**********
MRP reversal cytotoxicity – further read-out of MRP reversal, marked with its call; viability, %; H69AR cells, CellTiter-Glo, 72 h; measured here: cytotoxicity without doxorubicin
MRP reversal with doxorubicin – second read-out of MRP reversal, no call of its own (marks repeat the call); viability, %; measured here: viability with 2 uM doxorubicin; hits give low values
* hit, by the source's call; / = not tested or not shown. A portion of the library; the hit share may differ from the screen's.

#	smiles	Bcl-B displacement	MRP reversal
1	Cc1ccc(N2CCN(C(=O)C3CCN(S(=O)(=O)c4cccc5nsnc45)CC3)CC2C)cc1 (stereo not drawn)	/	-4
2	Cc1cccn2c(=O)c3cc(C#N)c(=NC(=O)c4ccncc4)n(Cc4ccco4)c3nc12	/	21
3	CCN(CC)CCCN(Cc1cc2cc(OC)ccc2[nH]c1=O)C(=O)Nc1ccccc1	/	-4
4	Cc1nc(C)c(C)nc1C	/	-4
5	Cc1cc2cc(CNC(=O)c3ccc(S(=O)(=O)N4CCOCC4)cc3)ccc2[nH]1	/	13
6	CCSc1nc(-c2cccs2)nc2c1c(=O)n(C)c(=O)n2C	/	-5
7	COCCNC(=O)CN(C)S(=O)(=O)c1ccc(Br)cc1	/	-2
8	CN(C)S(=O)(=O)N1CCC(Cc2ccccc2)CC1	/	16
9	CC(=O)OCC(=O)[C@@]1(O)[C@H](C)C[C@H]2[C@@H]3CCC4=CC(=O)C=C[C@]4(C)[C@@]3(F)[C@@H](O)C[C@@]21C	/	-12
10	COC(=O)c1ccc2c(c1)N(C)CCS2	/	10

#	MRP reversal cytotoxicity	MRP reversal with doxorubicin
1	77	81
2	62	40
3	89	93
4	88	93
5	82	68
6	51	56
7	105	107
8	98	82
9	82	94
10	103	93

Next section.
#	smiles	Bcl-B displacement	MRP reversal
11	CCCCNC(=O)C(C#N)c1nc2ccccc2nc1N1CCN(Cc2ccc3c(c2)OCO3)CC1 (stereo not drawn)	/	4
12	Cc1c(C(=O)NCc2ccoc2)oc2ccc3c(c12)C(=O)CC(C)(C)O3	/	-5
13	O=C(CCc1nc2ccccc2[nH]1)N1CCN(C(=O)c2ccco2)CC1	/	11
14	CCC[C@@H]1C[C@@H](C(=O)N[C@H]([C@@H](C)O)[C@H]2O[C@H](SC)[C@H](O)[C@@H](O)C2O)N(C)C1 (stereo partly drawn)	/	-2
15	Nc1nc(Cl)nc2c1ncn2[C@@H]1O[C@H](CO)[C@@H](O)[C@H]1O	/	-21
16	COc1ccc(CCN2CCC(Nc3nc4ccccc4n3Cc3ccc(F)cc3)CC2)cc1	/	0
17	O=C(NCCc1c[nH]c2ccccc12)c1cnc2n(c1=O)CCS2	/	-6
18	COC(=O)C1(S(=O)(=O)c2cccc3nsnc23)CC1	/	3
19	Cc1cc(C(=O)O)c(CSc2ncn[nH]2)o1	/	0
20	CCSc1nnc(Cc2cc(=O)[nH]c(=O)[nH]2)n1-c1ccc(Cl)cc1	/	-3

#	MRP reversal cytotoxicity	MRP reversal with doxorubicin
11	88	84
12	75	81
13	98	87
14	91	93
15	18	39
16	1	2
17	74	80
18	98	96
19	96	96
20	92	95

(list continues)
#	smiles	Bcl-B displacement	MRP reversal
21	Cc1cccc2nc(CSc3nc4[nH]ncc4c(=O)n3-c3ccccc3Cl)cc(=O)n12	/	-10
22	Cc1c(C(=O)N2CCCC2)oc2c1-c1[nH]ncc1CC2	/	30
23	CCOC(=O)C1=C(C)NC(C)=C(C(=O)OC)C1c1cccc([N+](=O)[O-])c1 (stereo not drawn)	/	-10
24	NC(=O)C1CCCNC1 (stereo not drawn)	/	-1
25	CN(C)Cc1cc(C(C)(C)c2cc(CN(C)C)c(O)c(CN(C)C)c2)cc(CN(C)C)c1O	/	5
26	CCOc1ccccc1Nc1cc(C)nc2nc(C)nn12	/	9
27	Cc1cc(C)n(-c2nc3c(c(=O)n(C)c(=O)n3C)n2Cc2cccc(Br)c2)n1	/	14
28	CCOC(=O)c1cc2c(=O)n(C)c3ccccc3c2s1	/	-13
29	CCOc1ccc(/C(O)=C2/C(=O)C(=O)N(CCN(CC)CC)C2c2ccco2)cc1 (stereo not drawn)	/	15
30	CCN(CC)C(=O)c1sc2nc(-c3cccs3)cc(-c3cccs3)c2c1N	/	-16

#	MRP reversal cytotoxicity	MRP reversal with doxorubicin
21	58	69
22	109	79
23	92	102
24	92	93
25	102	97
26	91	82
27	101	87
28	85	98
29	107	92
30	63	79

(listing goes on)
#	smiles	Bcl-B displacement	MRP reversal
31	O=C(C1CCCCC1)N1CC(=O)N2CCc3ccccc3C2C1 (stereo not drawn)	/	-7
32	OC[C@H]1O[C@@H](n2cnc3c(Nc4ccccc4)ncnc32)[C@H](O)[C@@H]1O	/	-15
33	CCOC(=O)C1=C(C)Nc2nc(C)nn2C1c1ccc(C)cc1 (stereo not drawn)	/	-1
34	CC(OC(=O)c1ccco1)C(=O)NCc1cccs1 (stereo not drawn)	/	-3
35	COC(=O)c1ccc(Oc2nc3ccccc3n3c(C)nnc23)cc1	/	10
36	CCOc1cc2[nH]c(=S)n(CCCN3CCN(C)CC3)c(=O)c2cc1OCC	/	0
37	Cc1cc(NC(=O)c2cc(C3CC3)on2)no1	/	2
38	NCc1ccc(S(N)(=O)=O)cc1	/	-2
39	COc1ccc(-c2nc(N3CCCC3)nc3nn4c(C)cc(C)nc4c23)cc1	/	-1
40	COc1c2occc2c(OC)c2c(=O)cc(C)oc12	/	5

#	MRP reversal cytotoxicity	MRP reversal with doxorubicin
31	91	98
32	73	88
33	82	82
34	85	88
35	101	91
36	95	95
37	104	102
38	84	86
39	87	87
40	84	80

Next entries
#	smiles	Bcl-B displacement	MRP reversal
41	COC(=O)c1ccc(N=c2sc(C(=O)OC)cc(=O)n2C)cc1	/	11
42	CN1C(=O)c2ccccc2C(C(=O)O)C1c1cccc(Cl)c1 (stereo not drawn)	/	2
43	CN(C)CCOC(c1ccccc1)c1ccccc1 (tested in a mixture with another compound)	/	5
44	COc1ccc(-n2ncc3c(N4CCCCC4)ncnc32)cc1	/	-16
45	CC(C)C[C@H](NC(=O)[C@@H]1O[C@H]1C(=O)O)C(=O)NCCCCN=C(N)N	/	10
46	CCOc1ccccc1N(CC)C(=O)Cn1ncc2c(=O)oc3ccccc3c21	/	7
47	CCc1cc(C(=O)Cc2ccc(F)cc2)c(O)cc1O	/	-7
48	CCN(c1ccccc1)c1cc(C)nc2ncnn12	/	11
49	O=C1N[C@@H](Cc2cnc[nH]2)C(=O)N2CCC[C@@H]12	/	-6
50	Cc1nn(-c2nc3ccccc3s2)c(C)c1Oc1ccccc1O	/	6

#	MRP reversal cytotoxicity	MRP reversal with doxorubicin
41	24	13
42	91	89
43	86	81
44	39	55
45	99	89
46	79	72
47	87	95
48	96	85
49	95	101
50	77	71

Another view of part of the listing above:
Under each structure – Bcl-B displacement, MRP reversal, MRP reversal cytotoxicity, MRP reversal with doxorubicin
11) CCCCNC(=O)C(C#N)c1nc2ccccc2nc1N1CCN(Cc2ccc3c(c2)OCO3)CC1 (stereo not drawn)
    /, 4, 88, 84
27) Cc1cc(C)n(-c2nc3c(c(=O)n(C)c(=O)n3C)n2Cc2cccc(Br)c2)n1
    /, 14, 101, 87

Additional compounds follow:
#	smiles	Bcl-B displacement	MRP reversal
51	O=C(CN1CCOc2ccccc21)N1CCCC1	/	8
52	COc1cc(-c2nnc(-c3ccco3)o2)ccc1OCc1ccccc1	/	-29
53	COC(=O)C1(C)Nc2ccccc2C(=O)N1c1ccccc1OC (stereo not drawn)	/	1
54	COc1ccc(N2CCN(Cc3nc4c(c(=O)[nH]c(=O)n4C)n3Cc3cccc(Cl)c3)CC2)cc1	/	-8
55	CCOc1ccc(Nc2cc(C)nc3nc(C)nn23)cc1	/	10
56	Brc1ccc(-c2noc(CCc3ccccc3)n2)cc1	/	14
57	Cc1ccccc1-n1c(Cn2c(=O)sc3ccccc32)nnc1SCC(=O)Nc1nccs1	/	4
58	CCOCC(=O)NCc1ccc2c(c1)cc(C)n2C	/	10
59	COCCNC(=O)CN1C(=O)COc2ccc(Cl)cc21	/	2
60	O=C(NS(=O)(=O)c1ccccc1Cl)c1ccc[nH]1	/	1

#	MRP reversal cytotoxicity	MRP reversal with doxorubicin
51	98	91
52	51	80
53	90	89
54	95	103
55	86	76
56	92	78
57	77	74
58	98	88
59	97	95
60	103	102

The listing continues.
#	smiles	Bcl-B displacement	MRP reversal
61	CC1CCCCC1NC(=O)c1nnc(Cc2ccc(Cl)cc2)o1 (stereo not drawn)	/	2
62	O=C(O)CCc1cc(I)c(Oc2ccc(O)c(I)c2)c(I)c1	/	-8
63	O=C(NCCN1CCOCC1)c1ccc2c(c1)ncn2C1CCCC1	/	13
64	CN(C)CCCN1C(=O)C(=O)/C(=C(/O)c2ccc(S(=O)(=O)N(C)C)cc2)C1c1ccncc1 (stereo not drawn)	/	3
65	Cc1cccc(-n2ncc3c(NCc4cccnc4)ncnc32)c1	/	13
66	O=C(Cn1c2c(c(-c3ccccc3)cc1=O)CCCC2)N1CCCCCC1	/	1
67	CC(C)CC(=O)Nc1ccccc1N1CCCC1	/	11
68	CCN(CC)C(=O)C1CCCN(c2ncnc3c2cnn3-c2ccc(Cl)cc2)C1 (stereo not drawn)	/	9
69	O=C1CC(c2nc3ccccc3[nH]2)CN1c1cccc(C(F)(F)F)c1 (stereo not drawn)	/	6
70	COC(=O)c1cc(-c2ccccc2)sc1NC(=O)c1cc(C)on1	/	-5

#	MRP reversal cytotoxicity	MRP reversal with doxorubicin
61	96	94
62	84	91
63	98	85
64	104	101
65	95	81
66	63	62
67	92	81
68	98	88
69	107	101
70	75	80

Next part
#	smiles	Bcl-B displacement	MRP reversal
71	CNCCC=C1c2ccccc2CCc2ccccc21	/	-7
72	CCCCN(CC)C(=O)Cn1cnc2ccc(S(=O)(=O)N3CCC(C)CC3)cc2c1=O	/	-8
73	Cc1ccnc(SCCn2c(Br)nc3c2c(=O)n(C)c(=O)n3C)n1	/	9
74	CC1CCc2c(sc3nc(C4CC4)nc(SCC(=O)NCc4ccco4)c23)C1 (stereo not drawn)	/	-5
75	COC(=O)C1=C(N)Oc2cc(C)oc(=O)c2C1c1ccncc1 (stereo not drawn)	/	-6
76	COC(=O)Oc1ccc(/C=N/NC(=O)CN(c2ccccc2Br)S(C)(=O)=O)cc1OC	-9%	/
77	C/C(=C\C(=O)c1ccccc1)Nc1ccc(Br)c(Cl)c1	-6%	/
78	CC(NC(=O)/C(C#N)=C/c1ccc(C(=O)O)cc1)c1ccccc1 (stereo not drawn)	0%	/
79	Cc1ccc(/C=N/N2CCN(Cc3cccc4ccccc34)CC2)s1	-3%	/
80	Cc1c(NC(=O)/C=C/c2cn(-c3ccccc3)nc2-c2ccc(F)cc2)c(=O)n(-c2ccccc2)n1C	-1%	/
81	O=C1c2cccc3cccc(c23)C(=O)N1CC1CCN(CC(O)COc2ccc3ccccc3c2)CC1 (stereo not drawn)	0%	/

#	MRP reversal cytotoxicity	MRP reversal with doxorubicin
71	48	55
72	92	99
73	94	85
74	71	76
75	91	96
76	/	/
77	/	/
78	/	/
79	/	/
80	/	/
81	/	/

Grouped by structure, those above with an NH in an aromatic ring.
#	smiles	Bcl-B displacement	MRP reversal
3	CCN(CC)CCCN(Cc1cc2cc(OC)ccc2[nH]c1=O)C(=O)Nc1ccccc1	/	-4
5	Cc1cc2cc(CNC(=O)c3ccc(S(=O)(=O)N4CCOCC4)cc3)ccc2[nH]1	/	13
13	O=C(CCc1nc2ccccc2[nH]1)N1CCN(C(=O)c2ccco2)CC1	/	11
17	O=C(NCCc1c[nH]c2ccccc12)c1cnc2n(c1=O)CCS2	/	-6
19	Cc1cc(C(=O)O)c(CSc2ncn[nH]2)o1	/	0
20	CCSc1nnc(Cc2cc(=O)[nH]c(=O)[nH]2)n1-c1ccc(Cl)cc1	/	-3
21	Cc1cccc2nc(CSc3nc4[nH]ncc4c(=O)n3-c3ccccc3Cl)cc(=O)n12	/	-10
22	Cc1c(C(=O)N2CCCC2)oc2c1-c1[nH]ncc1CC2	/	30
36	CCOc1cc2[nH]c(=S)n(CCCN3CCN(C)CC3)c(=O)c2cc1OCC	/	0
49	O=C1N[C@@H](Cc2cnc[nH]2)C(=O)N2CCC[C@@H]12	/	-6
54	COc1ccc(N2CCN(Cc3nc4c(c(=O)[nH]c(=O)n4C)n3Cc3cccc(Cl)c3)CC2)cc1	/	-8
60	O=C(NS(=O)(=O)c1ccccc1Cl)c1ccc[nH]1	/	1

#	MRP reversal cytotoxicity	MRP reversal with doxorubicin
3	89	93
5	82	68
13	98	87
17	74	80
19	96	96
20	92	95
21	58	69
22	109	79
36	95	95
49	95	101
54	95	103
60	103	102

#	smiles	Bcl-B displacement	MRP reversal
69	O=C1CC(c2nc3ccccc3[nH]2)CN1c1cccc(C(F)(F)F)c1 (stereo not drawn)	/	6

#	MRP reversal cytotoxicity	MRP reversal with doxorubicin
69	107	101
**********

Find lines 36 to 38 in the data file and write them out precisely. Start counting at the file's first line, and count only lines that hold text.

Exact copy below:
19	Cc1cc(C(=O)O)c(CSc2ncn[nH]2)o1	/	0
20	CCSc1nnc(Cc2cc(=O)[nH]c(=O)[nH]2)n1-c1ccc(Cl)cc1	/	-3

#	MRP reversal cytotoxicity	MRP reversal with doxorubicin